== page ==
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November 17, 2016
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July 21, 2000
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March 25, 1966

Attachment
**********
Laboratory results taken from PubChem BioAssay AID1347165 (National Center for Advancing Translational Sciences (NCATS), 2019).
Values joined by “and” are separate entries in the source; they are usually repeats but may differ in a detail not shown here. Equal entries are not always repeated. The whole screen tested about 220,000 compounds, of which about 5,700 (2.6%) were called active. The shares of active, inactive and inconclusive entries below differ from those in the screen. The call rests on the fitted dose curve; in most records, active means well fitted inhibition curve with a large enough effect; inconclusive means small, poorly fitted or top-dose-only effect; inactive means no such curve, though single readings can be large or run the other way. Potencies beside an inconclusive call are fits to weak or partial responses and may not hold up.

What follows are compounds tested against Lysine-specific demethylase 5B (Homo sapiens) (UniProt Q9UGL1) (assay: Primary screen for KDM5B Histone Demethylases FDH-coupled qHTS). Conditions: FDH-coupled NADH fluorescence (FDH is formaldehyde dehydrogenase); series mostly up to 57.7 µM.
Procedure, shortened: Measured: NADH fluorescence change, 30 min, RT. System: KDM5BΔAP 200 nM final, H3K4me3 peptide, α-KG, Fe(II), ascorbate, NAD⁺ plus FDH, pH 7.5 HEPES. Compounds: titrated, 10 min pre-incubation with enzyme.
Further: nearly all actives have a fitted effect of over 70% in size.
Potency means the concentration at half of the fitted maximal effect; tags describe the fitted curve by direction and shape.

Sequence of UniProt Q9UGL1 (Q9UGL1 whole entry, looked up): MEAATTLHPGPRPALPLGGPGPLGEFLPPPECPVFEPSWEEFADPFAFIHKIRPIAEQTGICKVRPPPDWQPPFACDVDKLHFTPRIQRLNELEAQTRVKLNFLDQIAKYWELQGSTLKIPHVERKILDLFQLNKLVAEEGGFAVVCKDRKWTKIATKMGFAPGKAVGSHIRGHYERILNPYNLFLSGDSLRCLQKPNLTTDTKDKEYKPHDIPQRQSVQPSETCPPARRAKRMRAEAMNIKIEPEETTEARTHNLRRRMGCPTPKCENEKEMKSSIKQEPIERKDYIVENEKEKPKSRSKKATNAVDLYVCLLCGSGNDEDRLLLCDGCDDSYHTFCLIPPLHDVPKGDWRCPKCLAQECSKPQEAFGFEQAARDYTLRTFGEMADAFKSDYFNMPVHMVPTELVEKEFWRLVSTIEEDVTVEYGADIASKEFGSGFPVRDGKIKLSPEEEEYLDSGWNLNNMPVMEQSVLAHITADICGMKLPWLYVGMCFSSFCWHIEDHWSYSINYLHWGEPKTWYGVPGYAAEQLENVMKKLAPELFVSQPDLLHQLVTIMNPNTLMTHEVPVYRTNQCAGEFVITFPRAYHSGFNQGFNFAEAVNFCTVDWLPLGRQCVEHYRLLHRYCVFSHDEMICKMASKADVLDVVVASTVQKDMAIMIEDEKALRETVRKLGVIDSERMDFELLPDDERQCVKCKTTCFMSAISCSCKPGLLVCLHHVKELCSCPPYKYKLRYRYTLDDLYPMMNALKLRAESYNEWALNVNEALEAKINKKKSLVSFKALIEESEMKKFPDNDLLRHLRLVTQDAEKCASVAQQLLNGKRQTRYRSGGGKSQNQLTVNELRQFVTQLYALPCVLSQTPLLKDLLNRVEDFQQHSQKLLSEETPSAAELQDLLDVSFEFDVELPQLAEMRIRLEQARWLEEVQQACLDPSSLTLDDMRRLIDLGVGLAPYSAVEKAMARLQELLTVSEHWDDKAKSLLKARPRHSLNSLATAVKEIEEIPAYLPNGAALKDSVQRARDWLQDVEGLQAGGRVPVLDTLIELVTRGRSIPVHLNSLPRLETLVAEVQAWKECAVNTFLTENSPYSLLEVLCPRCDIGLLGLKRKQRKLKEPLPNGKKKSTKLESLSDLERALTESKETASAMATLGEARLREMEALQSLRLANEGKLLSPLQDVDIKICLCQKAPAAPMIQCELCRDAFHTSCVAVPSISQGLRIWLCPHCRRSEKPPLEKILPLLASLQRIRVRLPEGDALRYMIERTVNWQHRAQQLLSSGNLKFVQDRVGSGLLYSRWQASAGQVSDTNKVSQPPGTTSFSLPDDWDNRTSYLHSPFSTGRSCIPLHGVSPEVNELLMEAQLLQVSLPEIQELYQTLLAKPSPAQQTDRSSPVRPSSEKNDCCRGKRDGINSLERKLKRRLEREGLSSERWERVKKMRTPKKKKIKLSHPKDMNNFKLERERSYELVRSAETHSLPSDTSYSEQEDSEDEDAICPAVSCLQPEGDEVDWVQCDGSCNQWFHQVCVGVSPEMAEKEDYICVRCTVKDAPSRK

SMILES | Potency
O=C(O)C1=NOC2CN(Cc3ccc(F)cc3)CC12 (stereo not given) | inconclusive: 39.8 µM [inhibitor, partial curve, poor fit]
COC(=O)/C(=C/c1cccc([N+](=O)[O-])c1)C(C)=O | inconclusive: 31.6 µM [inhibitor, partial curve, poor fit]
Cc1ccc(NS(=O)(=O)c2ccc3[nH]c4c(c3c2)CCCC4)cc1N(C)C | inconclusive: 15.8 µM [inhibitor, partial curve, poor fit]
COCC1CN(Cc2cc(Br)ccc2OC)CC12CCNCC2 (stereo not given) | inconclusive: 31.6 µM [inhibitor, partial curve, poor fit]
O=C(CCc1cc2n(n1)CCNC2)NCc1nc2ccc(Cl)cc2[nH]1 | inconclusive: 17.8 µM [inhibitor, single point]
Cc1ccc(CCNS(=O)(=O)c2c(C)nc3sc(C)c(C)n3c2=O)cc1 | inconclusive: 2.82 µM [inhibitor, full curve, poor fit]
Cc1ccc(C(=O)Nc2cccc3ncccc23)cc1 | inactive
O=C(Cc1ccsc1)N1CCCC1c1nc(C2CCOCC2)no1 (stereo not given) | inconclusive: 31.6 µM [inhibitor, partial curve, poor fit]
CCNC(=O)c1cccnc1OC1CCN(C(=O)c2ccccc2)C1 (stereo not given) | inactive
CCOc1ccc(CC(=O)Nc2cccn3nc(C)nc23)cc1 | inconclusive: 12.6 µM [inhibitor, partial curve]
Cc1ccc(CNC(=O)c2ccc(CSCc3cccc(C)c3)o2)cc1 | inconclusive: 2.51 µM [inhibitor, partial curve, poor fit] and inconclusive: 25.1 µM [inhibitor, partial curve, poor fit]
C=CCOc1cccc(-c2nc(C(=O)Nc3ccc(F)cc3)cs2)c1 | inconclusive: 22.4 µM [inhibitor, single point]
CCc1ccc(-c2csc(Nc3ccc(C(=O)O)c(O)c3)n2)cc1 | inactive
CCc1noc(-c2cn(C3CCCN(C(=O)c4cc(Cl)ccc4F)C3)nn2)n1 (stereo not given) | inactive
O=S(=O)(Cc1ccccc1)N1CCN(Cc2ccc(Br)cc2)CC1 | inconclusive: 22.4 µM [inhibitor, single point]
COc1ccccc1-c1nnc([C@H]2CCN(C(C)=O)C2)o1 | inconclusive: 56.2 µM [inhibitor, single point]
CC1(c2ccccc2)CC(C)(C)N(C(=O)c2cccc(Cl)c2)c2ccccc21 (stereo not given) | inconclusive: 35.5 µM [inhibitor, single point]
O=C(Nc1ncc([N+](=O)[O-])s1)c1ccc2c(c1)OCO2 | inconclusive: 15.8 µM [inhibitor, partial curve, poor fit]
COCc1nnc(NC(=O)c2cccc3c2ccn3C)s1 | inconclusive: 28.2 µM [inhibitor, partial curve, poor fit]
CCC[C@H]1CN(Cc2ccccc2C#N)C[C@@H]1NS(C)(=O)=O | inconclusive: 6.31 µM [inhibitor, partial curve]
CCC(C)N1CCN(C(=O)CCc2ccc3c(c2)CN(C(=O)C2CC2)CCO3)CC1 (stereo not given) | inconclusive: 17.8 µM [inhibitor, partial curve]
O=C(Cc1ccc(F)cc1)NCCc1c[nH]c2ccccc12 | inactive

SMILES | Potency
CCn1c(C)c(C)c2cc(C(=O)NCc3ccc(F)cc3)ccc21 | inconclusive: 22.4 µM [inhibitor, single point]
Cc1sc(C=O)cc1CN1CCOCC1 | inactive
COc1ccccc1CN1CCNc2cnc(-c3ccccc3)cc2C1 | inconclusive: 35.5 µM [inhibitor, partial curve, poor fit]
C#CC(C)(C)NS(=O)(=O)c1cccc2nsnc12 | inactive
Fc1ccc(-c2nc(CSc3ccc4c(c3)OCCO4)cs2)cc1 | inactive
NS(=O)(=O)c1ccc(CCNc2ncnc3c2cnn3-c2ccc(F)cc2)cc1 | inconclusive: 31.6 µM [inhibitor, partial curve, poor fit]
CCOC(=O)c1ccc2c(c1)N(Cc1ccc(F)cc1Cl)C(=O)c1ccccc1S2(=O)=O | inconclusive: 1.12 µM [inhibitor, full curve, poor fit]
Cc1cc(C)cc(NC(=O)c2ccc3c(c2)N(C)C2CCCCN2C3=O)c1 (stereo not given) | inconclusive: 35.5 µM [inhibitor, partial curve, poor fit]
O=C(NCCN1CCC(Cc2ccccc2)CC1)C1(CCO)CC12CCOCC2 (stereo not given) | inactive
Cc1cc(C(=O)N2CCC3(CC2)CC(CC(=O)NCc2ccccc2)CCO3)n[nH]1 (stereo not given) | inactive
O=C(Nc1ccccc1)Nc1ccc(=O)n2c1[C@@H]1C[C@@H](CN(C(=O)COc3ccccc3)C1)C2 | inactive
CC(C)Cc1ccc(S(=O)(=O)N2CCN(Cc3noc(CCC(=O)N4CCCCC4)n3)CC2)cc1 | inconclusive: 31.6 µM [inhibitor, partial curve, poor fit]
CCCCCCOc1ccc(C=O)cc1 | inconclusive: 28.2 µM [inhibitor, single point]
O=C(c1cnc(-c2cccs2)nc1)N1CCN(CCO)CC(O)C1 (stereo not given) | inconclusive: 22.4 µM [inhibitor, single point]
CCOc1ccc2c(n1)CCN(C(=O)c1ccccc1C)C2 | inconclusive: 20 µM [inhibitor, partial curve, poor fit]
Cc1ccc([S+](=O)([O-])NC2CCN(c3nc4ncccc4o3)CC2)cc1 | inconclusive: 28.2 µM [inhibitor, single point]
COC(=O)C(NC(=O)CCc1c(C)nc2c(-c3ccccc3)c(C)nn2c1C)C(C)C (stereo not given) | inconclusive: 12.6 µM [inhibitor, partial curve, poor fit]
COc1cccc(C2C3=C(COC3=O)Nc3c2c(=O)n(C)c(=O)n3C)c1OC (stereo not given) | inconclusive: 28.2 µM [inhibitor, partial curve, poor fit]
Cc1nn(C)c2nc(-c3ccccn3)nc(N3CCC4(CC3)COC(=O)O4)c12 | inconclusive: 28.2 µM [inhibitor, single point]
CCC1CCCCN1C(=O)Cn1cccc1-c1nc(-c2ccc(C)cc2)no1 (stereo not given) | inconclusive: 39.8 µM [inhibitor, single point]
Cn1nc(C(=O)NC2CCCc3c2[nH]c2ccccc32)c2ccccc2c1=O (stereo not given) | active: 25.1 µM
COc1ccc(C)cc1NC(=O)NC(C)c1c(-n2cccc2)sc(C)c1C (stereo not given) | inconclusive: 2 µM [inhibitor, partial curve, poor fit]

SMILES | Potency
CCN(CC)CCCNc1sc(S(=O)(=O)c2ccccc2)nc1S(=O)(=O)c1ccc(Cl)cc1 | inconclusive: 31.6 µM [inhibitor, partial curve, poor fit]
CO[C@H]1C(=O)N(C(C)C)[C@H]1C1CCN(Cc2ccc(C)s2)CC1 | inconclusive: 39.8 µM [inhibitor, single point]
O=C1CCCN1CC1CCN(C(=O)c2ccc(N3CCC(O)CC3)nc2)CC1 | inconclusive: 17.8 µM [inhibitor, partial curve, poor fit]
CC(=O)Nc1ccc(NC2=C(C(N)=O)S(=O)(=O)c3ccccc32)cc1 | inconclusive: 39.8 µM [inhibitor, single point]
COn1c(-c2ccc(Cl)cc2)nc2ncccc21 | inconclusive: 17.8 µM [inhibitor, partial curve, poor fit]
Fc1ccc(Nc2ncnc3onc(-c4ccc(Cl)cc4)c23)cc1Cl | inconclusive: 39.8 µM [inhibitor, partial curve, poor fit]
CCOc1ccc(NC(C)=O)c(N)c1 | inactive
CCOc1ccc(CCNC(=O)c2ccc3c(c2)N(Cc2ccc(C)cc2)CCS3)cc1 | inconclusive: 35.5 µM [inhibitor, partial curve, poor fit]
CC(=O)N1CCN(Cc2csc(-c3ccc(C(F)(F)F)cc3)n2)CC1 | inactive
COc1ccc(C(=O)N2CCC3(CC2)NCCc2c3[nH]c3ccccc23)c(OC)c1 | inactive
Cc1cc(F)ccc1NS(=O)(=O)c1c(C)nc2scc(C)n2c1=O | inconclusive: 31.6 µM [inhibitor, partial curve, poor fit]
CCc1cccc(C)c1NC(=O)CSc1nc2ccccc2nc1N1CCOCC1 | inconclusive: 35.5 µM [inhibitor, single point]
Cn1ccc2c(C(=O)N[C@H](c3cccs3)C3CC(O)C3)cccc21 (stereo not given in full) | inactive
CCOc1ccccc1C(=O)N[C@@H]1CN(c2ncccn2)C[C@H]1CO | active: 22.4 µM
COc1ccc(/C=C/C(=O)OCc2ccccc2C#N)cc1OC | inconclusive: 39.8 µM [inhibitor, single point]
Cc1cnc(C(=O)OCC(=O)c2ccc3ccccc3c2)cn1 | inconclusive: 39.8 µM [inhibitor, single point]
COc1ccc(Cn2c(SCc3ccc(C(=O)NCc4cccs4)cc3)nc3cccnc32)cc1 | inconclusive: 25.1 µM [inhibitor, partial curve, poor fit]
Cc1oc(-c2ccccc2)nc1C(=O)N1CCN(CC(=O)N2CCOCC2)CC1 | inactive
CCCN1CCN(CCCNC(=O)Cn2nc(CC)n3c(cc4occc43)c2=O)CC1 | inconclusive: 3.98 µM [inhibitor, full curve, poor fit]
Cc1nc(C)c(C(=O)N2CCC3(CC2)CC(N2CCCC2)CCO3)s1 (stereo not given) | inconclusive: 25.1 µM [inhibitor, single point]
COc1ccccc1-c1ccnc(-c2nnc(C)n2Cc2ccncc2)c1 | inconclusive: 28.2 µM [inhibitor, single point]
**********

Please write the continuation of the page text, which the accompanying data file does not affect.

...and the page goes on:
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11 11111111111111 Ube Mcratb r`` CPYRGHT BOX 3 ZAREPHATH, N. J. CPYRG of jfrcebom MARCH 25, 1966 WTHE STRANGE CASE OF "COL. GOLENIEWSKI" (PART II) The United Press International, as we pointed ut in our issue or February 11, 1900, reported =a E. Kimsey, a former official of the Central Intel- igence Agency, has personal knowledge that the I.A. has fingerprints, sole prints, dental charts nd blood tests which establish the identity of"Col. 4ichel Goleniewski" as the Tsarevich Aleksei icholaevich of Russia. Sworn testimony before the enate Internal Security Sub-Committee, released January 5, 1966, established by competent witness he reliability of information supplied to our gov- rnment by "Col. Goleniewski." The intelligence information and documents he supplied resulted in the exposure of international spionage apparatus of the Communist Conspiracy with operations in England, France, Israel, West Germany, Sweden, Denmark and the United States, members of which had penetrated high into the intel- ligence services of Western countries in some in- stances. These cases resulted in the arrest and trial and conviction of a number of important agents of the communists and provided invaluable security information in the military, political and economic fields. Some of the details concerning the life of Aleksei in the United States will now be shown as well as some data on others who have helped our country similarly. Aleksei began supplying information and micro- films to the United States beginning in April 1958, and was in danger of detection and certain execution each day thereafter. By the end of 1960 Aleksei had reason to believe that the Soviet KGB apparatus, which operates worldwide, had been drawing closer to his operations. Thereafter, having made contact with U.S. officials and arranged for transportation, he came to the United States on January 12, 1961, arriving by U.S. Military Air Transport together with his wife, Irmgard Margaretta Romanoff. security protection. Aleksei had previously sent to the United States over 5,000 pages of secret documents on microfilm and 160 pages of typewritten reports. He had brought with him dossiers on 240 individuals. The interpre- tation of all this intelligence information was to take a long time. In addition, his consultations and other intelligence on military matters were of importance to U.S. authorities. Under the name of "Col. Golen- iewski" Aleksei entered into a contract,#B-39752, with the Central Intelligence Agency on Sept. 16, 1961, which detailed ' financial support, protection, medical care, etc. The contract was renewed on June 16, 1962 for one year. The contract was subsequently broken by the C.I.A. Aleksei protested and appealed through the Federal Bureau of Investigation and the U.S. De- partment of Justice. This resulted in a new contract being drawn up and signed on October 7, 1963 again in the name of "Co1.Goleniewski." It provided that he was retained as an employee-c onsultant of the Central Intelligence Agency with a salary of $14,565 per year plus fringe benefit reimbursements. The contract provided for a one-year notice of cancellation. In spite of this, three months later, on January 10, 1964, the C.I.A. broke the contract and is at present$50,000.00 in arrears with his salary payments. This information concerning the contracts we ob- tained from a memorandum prepared by Aleksei's at- torney. On October 5, 1965 the C.I.A. gave notice of cancellation. The attorney had a conference with John Warner of the C.I.A., after threatening to take the case to federal court,but the C.I.A. refused to pay anything. In reporting the results of his confer- ence with Mr. Warner, Aleksei's attorney stated in a letter, "In parting, he told me that the C.I.A. were concerned with your safety." He first lived at McLean, Virginia and then in an Whether they are really concerned or whether apartment house in Arlington, Virginia. In March 1962 this was a veiled threat we do not know. However, he was moved into an apartment in the Long Island, it is known that in April of 1963, at the request of N.Y. area, all locations which were selected by U.S. the C.I.A.,a license to carry a pistol was issued to authorities. During this period Aleksei was in con- Aleksei under a cover name by the New York City stant consultation with U.S. Intelligence officers Police Department, and an automatic revolver was a ovedFe Re eSe 2000108127 : C AI`'RD075b~~"le4 F (1 USU~'Ir36O11 tome for the CPYRG ft!roved FDA''E A ~grhe~ p ?0S00/08/27 : CIA-RDP75-00149R000300130031-4 __ ? OF ?'COL. GOLENIEWSKI?' - PART II (continued) renewal: of the permit, Aleksei turned it over to the authorities together with the revolver for which the C.I.A. had promised to substitute a smaller lighter gun. Neither the permitnorthe gun were ever received by Alexei, A letter written to the New York City Police Department by Aleksei's lawyer brought forth the following reply, "With reference to your recent inquiry concerning the possible issuance of a pistol permit to-(cover name)-please be advised that a re- view of our files discloses that the original pistol permit was issued to - (cover name) - as a result of a request by a Federal Agency. The pistol was not supplied by this Department and was not repossessed by this Department. We have been informed by the Federal Agency concerned that they feel there is no longer any justification for renewal of such permit." (signed) Edward J. McCabe, Deputy Commissioner In Charge of Licenses. On December 22, 1965 Aleksei's attorney wrote to the Central Intelligence Agency, McLean,Virgiinia to the attention of John Warner (Legislative Counsel), "Kindly take notice that I have this day been re- tained by- (cover name) - to inform you to the effect that you are charged and responsible for his personal safety as well as the safety of his family. Kindly take further notice that should anything happen to him and. his family, appropriate action will be taken against you because of your negligence." In the Senate Internal Security Sub-Committee Report of September 14, 1961, entitled "The Bang- Jensen Case,"' pages 61-2, the following appears, "There has been a long list of suicides under highly questionable circumstances, involving Soviet defect ors, prominent anti-Communist or anti-Stalinists, and people who might have had knowledge about which the Kremlin had reason to be sensitive. "Among these mysterious suicides in recent years have been Walter Krivits ky, Lawrence Duggan, Walter Marvin Smith, Louis Adamic, Morton E. Kent, Stepan Bandera, and Povl Bang-Jensen. "Itis common knowledge amongthose who have worked in the SSoviet apparatus that the Soviets have highly developed techniques for simulating suicide. Several Soviet refugees had given direct testimony on this point. Perhaps most significant is the fol- lowing' statement by Petr S. Deriabian, a former member of the Soviet terror apparatus who defected in 1954. "` It is general knowledge among those who have worked in the ranks of the MVD that the MVD,when it undertakes the liquidation of political opponents, has certain techniques for simulating suicide and other techniques of inducing suicide. A convincing The "suicide" of Stepan Bandera has since been proved to be a Soviet-ordered murder. Just recently we have had another questionable "suicide." On Friday, February 25, 1966 at 10:30 A.M. Victor A. Kravchenko was found in his apartment at' 14 E. 69th Street, New York City with a bullet through his right temple. Kravchenko had defected from the S oviets in 1944 while assigned to the Soviet Purchasing Commission in Washington, D.C. As Viktor Andreevich Kray- chenko, he had been a Soviet Army captain. He was the author of a best seller, "I Chose Freedom" and had been living in the same apartment for ten years under the name of Peter Martin. The newspapers referred to his death as "an alleged suicide." The bullet which killed Kravchenko was fired from his 38 calibre Colt Cobra which was found in the right hand pocket of his jacket. Kravchenko, who was 61 years old, had spent the previous night at the home of Mrs. Norman Hap- good, 139 East 66th Street, New York C.ity, as did Robert St.Clair, a friend of Kravchenko, who is a lecturer at the Baruch School of City College of New York. Mrs. Hapgood is Mr. St.Clair's mother-in- law and was a sponsor of the American Russian. Institute and a director of the American Society for Cultural Relations with Russia, both cited as com- munist-fronts. Kravchenko had gone back to his apartment in the morning, together with Mr. St.John who told the police that at the time of the alleged "suicide" he had gone to the store to buy some pipe cleaners for Mr. Kravchenko. Another enemy of the Soviets eliminated. On November 22, 1965 the Senate Internal Se- curity Sub-Committee released a publication entitled, "Murder International, Inc. Murder and Kidnaping as an Instrument of Soviet Policy." In the introduction Sen. Thomas Dodd pointed out that the Soviets have a "Department of Blood-Wet Affairs" and that it condemns prospective victims via trial in absentia. He showed how documents are in the possession of the Sub-Committee staff which tell a worldwide forty-year story of murder as an instrument of com- munist policy. Sen. Dodd stated, "What this testi- mony and these documents add up to is that pol itic al murder of Soviet refugees and of non-Soviet citizens has been systematically carried out by a special planning apparatus of the Kremlin, beginning im- mediately after the Russian Revolution and carrying on to the present day." "suicide" may take a year or two to prepare. During Either as "Col. Goleniewski,"a Polish defector, his period, the subject's life is examined minutely or Aleksei Romanoff, heir to the Russian throne, a in order to determine the methods most suitable to more likely candidate for Soviet extermination could is personality and circumstances. Meanwhile, stories hardly be found. Neither Aleksei nor his family are may be circulated to the press, if possible, and at given any protection or even supplied with a gun he very least among his neighbors, that the subject with which to defend themselves. 7.' here have been is despondent. This prepares the ground for aplausible 1490 h id not look uicide stAppiioved RwdRetlease 2000/08/27: ClA-Ws"Q1-4' a d~ o f to contain CPYRGA15provedTFp s rea c SPA P ON ? cgtlAT .75pQQr140RQL Ot3OO130031-4 deadly fungus bacteria. . .near-miss accidents Sasha Vollman who lives at 245 East 80th Street, hich were obvious set-ups. New York City. This New York front in turn financed a Marxist Institute in the Dominican Republic which Neither Aleksei nor his wife have been able to in turn was promoting Juan Bosch. Bosch likes to btain proper Immigration and Naturalization identi- be called a Marxist instead of the Communist whit ication cards in spite of frustrating correspondence he is. Vollman has been the man behind the scenes ith several government officials and even an ad in much of the communist-inspired activity in the Dominican Republic. laced in various papers to call attention to their light. During the year 1964-5 Aleksei wrote five A high official of the C.I.A. for several year etters to the C.I.A. Director, sent them by regis was William P. Bundy. He is the man who, as As ered mail, and received an answer to none. Regis- sistant Defense Secretary for International Securit ered letters to J. Edgar Hoover also brought no Affairs, recommended huge sums of money for Com eply or even acknowledgement of their receipt. The munist Yugoslavia. One of his projects was t my government official who has replied to his letters supply Communist murderer Tito with 130 F36 s Sen. James Eastland, Chairman of the Senate Sabre Jets and arrange for Communist fighter pilots m ia Committee and its Internal Security Sub- to be trained in Texas. Bundy is married to Mar Coommitty tee. Acheson, daughter of Dean Acheson, who said h The activities of the C.I.A. are hardly such that would never turn his back on Alger Hiss and con tinues to have Alger's brother, Donald, an identifie they would inspire trust and confidence under any communist, working in his Washington, U.C. la circumstances. That the C.I.A. has been involved in c office. William Bundy_ was chairman of the Fun the overthrow of the Trujillo Government in the Raising Committee for Alger Hiss's defense. He i Dominican Republic and the Diem Regime in South credited with having "stage managed" the ove - Viet Nam has been reported by several journalists. cthrow of the Diem Regime in Viet Nam which r - Both of these incidents resulted in the murder of the sulted in the murder of President Diem. anti-communist government head. The Bay of Pigs fiasco (with tanks with turrets which would not Allen Dulles was Bundy's superior in the C.I. turn, radios with wrong frequency, ship winches that and the man Povl Bang Jensen waited months to s did not work, the cream of Cuba's young patriotic aanti-communists sacrificed to Castro) was a C.I.A. in order to relate the names of potential Soviet defectors at the U.N. who knew the names of Sovi t operation. agents in U.S. Intelligence Agencies. When a mee - The Allen-Scott Report of July 30, 1965 stated ing was finally arranged by the Danish Ambassad , under the title, "Informers Die Violently," Ban Jensen conferred for half an hour in a priva e "THE FIFTH COLUMN-The Central Intelligence room with Dulles. After Bang-Jensen's "suicide " se nl Agency also is suffering an alarming increase in Dulles told him Senat Committee w that Bang-Jens casualties among its Cuban `informers.' had "While CIA authorities are not discussing this possible. .that Bang-Jensen had tried for so long to problem with Congress, they are conducting their see Dulles in order to tell him "nothing," or p (r- own investigation to ascertain whether `leaks' or haps it was "nothing" that Dulles wanted anyone `espionage' within the government is responsible else to know. for their losses. The C.I.A. operates in mystery, its finance "Within two weeks after an intelligence estimate are kept a secret from the public. The money a.3- the on the anti-Castro underground was circulated within propriated for its use is apportioned among vario s State Department, Fidel Castro s secret police government departments but is estimated by some had rounded up over half of those whose names sources to run as high as two billion dollars r appeared in the document. year. It operates throughout the world and, althou h "`The craackdown was so thorough that Castro's the prime responsibility for security in the Unit d agents could only have done the job with inside in- States rests with the F.B.I., the C.I.A. neverthele s formation,' stated a reliable State Department source. operates here through fronts, through financed p o- `The Cuban police used lists identical to those con~jects at certain universities and through individu is tamed in theU.S.documentin making their arrests. ostensibly working for other departments, nota ly The J.M. Kaplan Fund, Inc. of New York City the State Department, but who in fact report secre ly has been used by the C.I.A. as a means of making to the C.I.A. secret grants. In 1963 the Kaplan Fund gave $395, This C.I.A., which has untold millions avails le 000 to the Institute of International Labor Research, for use against anti-communist governments, for he Inc., also known as Labor Research Institute, of promotion of left-wing candidates, has failed to ay 113 E. 37th Street, New York. Associated with this even the small amount due Aleksei under the terns organization were~nNo~rlm~an Thomas, Frank Trager, of its contract with him. It has not only left hi in Charle~A and"ef(Yn ~sr --Q MQ127iarCIA-RDP7 .OO1''Rdoba6o1 0?3 'rrsed "cone rn Robert Approved ftr Re elase:2406108 Z.:GQ1&fgQV,75 4 R9 Ot300dl 30031-4 for 11M e y. Atthough "concerned," the C.I.A. has made no effort to give Aleksei protection and is the obvious source of attempts to discredit him. Congress men and Senators who have made inquiry concerning Aleksei are given a report which verifies the service he performed for our country and the free world, and his reliability as a source of infor- mation. This they could not deny as there are communist espionage agents now serving long prison terms in several countries as a result of his dis- closures and spy rings have been broken up. Butthe source from which our legislators derive the in- formation they pass on to their constituents then raises questions as to Ateksei's "mental health" and denies the truth of his claims concerning his identity. No mention is made of the data supplied by former C.I.A. official Kimsey. By contrast Aleksei's identity is supported by a leading Cossack Monarchist, Colonel Alexis Iosifovich Toultzeff. He was a member of Prince Vladimir Kirillovich's Executive Committee of the Supreme Monarchist Front and had supported Prince Vladimir as heir to the throne of Russia. In January 25, 1965 he acknowlediged Aleksei as the true Tsarevich in a signed statement. He wrote, "I have seen the Tsarevich Aleksei Nicholaevich myself and can affirm that he is a man of dignity and one who de- serves respect. He is a soldier with a deep faith in God. All these years, the Russian people, es-. pecially the soldiers, have been duped by the false propaganda of the Communists. It is nearly a half century since these historic events: the forced `abdication' of The Emperor Nicholas II, the short lived regime of the Provisional Government, the usurpation of power by the Bolsheviks, and the creation of a regime based on terror and on lies and especially on the greatest deception: the true story of the destiny of the Imperial Family -- that there was no ina. ssacre at Ekaterinburg, as nearly every- one believed, but the Emperor, the Empress Alex- andra Feodorovna, and all their children were taken away clandestinely to an exile in Poland, and that the Tsarevich Aleksei Nicholaevich, and his four sisters, are still alive. "With the present situation in Russia there is a great opportunity to restore the soul of Russia." Many other people, in Congress, the F.B.I., the State Department as well as the C.I.A., are familiar with much of the story of"Col. Goleniewski."If, as its stated by Herman Kimsey, the C.I.A. has the proof that "Col. Goleniewski" is in reality the supposedly murdered heir to the throne of Russia, it obviously does not intend to release it. This would be its expected course of action in view of its activities which always seem to benefit the communists and hamper the anti-communists. CT e ser be assassinated or commit the time of his first attempts to help the West with information. They received valuable information from involving people in U.S. government) and .some of which lea to spectacular results. They arranged for where he felt he would be safe. Now they have turned against him, casting doubts upon his sanity they admit the value and re Viability of his information who mightwish to give such information inthe future. We urge our fellow anti-communists. whether heir to the throne of Russia, or "Col. Goleniewski " , P a olish defector who tried to help the people and government of the United States by giving information and out of their own government, to insist that justice be done in this "strange case." The C.I.A. secret archives must be made to disgorge the infor- mation needed to solve "the strange case of Col. Extra copies 500, 5 for $1.00, $10.01) per 100 "Church and State Under Communism" --fifty cents, 3 for $1.00 (large quantities - see booklet) Books by Frank A. Capell- "The Strange Death of Marilyn Monroe" ($2.00), "The Threat From Within" ($1.50), "Treason is the Reason" ($3.00), NEW- "The Strange Case of Jacob Javits" ($2.00) THE HERALD OF FREEDOM AND METROPOLITAN REVIEW is published every other Friday by The HERALD of FREEDOM, P.O. BOX 3, Zarephath, N.J. Subscription $10.00 per yr., $6.00 for 6 mos. Frank A. Copell, Ed & Publisher, Tel. -201-469-2088 Office, Zarephath, N.J. Counsel & Legal Adviser, Dr. Bella V. Dodd, 100 West 42 Street, New York, N.Y. Entered as Second Class Matter at U.S. Post Office, Zarephath, N.J. 08890 Approved For Release 2000/08/27 : CIA-RDP75-00149R000300130031-4